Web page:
There is no shame, though, in Tesco’s fall to second place. The organisation has enjoyed a storming year and the score that has won it second place is actually higher than its winning total last year. Tesco remains a formidable operator and ends the year doubtless breathing a big sigh of relief that the numerous competition and monopolies investigations of its dominance seem to have thrown up nothing of any substance. Tesco is now leading a charge into the US with its Fresh & Easy chain. The US is the toughest nut for British retailers to crack and has proved a graveyard for many of them, but Sir Terry Leahy has yet to fail at anything he has turned his hand to.

Sir Terry has again won Most Admired Leader, pipping Stuart Rose into second place with 25.2% of the free vote, compared with Rose’s 21.1%. He looks as if he could go on for another 20 years: little wonder that his senior lieutenants at Tesco keep getting poached by competitors.

At rival Sainsbury’s, they probably wish Leahy would go off and run the NHS instead – as consistent rumours suggest the Government would like him to. But things have got much better at Justin King’s operation and as a result J Sainsbury is back into the top 10 overall at number 7.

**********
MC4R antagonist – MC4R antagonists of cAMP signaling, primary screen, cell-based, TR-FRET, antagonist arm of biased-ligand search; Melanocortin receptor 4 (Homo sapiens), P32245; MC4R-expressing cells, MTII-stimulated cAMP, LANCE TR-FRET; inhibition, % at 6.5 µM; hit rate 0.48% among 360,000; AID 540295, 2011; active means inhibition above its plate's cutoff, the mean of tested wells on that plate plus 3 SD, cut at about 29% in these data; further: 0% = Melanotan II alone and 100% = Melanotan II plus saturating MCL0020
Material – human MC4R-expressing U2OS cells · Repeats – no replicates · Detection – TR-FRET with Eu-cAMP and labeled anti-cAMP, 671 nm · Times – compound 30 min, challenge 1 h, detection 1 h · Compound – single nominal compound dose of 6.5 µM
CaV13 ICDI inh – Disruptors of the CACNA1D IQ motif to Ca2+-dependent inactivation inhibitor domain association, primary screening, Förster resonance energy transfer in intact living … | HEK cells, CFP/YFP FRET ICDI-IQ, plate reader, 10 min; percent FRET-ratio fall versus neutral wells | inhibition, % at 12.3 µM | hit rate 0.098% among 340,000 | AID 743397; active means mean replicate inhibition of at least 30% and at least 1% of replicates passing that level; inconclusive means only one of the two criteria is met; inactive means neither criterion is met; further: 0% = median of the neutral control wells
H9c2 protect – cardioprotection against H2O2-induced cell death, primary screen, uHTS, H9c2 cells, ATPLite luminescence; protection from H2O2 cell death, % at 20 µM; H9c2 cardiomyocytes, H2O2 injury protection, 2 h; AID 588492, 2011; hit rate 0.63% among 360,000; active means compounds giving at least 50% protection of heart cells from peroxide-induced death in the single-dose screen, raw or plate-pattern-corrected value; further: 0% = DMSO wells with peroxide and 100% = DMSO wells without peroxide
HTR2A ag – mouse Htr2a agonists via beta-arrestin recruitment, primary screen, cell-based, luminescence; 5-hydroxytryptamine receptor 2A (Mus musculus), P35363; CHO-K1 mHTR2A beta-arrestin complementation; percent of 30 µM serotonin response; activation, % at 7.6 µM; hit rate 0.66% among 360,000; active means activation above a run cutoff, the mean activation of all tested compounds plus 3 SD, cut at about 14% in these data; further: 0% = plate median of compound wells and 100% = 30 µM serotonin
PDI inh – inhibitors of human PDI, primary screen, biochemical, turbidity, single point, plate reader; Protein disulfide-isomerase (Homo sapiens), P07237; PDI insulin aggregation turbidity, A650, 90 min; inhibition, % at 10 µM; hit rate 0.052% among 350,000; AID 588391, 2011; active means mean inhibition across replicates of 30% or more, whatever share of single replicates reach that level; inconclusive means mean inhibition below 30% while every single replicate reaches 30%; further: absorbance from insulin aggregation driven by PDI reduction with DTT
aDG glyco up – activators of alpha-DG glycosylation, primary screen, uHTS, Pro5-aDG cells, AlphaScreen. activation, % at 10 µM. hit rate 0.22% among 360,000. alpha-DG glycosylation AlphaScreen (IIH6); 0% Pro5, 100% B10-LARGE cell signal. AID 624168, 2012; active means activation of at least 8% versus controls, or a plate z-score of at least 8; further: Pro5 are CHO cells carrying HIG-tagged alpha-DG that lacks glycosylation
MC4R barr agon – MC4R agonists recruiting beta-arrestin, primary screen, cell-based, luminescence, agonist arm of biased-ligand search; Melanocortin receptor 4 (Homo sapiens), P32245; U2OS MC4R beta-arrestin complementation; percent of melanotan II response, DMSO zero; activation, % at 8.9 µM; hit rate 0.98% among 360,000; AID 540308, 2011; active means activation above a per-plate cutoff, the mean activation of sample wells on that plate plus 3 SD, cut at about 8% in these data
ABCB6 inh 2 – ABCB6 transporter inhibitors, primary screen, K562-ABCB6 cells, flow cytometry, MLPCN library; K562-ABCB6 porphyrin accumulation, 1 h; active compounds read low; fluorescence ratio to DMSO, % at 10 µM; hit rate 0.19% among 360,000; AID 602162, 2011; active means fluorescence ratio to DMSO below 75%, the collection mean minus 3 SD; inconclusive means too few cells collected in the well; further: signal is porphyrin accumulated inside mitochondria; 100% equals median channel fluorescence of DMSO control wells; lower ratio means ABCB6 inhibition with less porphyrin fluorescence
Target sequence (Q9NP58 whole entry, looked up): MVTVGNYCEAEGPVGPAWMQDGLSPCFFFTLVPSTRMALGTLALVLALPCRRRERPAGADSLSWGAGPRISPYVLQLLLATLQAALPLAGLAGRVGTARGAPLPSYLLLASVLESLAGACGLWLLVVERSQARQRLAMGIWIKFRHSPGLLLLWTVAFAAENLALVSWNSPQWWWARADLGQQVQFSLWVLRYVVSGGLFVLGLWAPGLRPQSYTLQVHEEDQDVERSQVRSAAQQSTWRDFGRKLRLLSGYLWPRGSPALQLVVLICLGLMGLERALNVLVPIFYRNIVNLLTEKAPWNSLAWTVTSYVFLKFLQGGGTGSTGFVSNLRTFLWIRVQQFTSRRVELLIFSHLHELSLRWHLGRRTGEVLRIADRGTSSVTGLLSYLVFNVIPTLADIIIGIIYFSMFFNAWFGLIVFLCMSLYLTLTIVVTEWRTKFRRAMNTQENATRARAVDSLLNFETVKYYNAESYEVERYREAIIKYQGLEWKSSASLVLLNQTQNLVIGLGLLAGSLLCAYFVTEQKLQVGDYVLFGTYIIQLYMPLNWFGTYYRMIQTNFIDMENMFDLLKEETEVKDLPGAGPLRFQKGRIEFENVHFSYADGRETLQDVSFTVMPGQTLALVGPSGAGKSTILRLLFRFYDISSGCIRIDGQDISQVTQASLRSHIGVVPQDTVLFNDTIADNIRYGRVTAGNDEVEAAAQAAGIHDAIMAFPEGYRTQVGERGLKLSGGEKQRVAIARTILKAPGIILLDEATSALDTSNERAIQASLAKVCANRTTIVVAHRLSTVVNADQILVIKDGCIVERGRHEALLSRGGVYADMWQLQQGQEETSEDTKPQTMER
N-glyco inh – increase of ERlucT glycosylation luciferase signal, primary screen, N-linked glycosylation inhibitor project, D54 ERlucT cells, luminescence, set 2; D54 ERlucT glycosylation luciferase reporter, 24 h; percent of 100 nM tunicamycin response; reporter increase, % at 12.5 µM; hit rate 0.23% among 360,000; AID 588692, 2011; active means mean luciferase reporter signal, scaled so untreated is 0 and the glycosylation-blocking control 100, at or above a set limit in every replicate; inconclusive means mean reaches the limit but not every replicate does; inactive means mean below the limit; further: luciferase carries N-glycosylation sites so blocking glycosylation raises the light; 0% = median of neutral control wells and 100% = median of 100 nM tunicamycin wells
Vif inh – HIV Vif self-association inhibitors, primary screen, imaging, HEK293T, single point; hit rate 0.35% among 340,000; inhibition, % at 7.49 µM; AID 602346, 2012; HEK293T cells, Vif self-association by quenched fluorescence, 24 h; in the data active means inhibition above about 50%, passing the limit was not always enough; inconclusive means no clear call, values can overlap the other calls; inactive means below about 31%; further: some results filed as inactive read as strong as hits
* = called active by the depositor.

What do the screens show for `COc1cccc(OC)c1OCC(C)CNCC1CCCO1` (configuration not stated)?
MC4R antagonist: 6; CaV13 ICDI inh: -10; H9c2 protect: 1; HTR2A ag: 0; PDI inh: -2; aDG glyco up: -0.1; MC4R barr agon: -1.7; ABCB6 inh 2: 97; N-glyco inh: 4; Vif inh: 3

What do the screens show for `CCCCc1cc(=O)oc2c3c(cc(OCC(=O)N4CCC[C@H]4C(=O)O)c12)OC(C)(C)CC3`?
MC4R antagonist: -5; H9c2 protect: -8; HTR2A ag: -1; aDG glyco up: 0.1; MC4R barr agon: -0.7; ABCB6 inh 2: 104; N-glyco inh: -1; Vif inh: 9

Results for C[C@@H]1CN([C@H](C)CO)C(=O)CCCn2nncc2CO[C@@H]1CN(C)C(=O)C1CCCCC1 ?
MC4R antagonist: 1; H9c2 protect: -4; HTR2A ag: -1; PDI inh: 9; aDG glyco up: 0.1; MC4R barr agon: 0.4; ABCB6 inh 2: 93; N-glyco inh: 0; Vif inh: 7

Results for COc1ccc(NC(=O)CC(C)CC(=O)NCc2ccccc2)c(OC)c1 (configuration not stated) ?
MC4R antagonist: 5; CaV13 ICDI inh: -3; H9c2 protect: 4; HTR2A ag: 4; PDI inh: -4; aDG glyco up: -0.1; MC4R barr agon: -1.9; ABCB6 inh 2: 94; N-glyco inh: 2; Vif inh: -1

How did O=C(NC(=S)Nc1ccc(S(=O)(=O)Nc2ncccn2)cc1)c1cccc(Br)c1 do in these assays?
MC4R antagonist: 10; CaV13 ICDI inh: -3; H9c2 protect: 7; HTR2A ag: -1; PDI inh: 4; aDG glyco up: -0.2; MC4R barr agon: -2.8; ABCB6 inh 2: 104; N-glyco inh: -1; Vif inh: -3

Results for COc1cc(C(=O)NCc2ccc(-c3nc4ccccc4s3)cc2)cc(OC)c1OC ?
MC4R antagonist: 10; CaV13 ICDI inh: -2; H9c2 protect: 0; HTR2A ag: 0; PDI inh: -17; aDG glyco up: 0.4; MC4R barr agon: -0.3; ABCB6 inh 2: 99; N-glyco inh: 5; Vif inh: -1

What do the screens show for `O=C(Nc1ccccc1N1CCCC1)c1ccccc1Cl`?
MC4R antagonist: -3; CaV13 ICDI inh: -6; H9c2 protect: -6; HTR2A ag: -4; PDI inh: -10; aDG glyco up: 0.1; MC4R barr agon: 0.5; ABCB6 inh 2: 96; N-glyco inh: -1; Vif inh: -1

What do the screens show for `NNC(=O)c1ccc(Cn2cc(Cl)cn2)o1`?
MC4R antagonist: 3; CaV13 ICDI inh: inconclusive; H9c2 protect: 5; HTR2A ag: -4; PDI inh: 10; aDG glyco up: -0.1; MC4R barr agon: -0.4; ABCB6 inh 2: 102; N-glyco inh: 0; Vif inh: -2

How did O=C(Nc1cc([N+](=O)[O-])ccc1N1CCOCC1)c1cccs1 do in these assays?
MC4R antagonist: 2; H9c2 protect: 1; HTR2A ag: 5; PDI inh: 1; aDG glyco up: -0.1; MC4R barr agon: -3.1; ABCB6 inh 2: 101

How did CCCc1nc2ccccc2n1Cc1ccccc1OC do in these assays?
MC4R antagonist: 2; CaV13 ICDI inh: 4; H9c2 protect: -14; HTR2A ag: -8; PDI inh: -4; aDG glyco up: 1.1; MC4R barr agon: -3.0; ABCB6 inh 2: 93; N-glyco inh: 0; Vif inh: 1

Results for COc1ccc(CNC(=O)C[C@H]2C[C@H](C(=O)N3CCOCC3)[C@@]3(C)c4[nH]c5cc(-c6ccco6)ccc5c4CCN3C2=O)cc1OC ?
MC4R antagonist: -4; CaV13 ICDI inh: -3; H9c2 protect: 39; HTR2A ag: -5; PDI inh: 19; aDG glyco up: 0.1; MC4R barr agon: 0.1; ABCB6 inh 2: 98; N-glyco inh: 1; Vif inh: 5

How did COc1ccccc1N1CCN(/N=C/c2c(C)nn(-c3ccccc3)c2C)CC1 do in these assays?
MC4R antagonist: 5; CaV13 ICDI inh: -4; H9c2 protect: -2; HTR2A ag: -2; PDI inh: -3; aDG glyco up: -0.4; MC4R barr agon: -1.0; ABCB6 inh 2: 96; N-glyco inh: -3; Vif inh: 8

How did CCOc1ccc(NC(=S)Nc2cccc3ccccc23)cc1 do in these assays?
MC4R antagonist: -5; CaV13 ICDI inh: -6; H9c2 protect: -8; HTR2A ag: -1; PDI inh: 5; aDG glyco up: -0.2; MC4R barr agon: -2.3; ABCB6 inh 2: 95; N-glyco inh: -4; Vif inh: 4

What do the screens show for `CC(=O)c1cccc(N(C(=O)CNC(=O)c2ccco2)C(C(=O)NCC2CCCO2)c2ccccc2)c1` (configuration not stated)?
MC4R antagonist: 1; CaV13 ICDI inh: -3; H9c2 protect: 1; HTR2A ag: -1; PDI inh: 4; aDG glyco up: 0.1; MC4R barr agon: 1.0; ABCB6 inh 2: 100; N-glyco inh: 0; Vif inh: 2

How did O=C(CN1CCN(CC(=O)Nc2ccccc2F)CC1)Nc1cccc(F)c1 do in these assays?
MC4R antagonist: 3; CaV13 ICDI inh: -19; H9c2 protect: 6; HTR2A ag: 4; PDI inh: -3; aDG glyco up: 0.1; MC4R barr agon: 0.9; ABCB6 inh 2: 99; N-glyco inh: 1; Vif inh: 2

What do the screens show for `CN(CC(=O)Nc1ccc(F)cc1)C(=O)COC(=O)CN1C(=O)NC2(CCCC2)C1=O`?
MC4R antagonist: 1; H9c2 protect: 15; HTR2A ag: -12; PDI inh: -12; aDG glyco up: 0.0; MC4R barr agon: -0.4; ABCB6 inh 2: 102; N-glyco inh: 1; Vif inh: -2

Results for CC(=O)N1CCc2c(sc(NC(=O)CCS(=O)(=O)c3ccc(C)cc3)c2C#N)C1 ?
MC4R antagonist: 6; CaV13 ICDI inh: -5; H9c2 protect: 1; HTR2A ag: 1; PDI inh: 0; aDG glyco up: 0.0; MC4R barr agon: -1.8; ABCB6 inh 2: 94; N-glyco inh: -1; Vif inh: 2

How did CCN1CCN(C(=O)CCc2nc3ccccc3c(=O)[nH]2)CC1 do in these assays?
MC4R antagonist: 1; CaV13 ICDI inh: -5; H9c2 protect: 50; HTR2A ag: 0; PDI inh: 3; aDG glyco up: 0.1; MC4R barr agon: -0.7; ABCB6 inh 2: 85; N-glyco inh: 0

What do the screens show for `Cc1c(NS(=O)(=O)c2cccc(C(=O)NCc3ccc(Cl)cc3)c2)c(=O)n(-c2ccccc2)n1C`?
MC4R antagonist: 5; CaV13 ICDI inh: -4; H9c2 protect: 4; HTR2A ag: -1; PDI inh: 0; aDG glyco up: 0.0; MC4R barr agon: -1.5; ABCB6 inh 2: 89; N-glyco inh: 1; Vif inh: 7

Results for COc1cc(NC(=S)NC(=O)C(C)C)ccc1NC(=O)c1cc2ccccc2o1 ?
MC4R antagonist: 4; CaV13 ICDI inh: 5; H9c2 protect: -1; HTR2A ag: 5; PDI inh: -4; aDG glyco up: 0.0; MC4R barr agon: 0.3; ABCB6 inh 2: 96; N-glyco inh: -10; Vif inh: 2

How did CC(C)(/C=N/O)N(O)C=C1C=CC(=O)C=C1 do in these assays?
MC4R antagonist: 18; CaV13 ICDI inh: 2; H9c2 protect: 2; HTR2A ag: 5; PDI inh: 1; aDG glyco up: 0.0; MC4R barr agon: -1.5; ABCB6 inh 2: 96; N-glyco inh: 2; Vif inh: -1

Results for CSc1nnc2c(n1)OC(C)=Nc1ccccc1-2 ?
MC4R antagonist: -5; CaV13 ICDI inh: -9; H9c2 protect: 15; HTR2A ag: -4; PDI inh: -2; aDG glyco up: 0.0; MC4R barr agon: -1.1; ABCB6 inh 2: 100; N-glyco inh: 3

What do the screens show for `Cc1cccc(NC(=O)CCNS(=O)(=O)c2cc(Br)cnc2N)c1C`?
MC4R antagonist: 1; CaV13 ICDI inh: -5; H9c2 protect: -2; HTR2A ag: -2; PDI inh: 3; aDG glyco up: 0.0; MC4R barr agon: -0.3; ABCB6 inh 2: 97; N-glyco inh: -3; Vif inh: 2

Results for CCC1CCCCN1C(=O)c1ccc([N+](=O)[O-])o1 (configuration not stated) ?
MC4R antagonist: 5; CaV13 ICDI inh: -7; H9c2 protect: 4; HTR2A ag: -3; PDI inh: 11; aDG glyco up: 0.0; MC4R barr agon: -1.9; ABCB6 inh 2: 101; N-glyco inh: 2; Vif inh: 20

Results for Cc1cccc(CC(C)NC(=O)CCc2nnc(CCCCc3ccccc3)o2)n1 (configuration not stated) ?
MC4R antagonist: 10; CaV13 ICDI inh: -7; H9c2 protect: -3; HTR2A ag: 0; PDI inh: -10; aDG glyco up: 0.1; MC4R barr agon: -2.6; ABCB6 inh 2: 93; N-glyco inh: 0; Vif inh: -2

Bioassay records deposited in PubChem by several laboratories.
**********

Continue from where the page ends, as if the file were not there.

It’s astonishing that King should have achieved this while distracted by not just one bid but two this year. He’s not going to be nearly as rich as he might have been if the big sale had gone through, though.

The other big Most Admired story of 2007 is the rise of BSkyB. It has climbed from 41st to third place in the overall list and this is an extraordinary achievement on the part of CEO James Murdoch. When MT interviewed him in May, it was clear that he still sees his organisation as an outsider.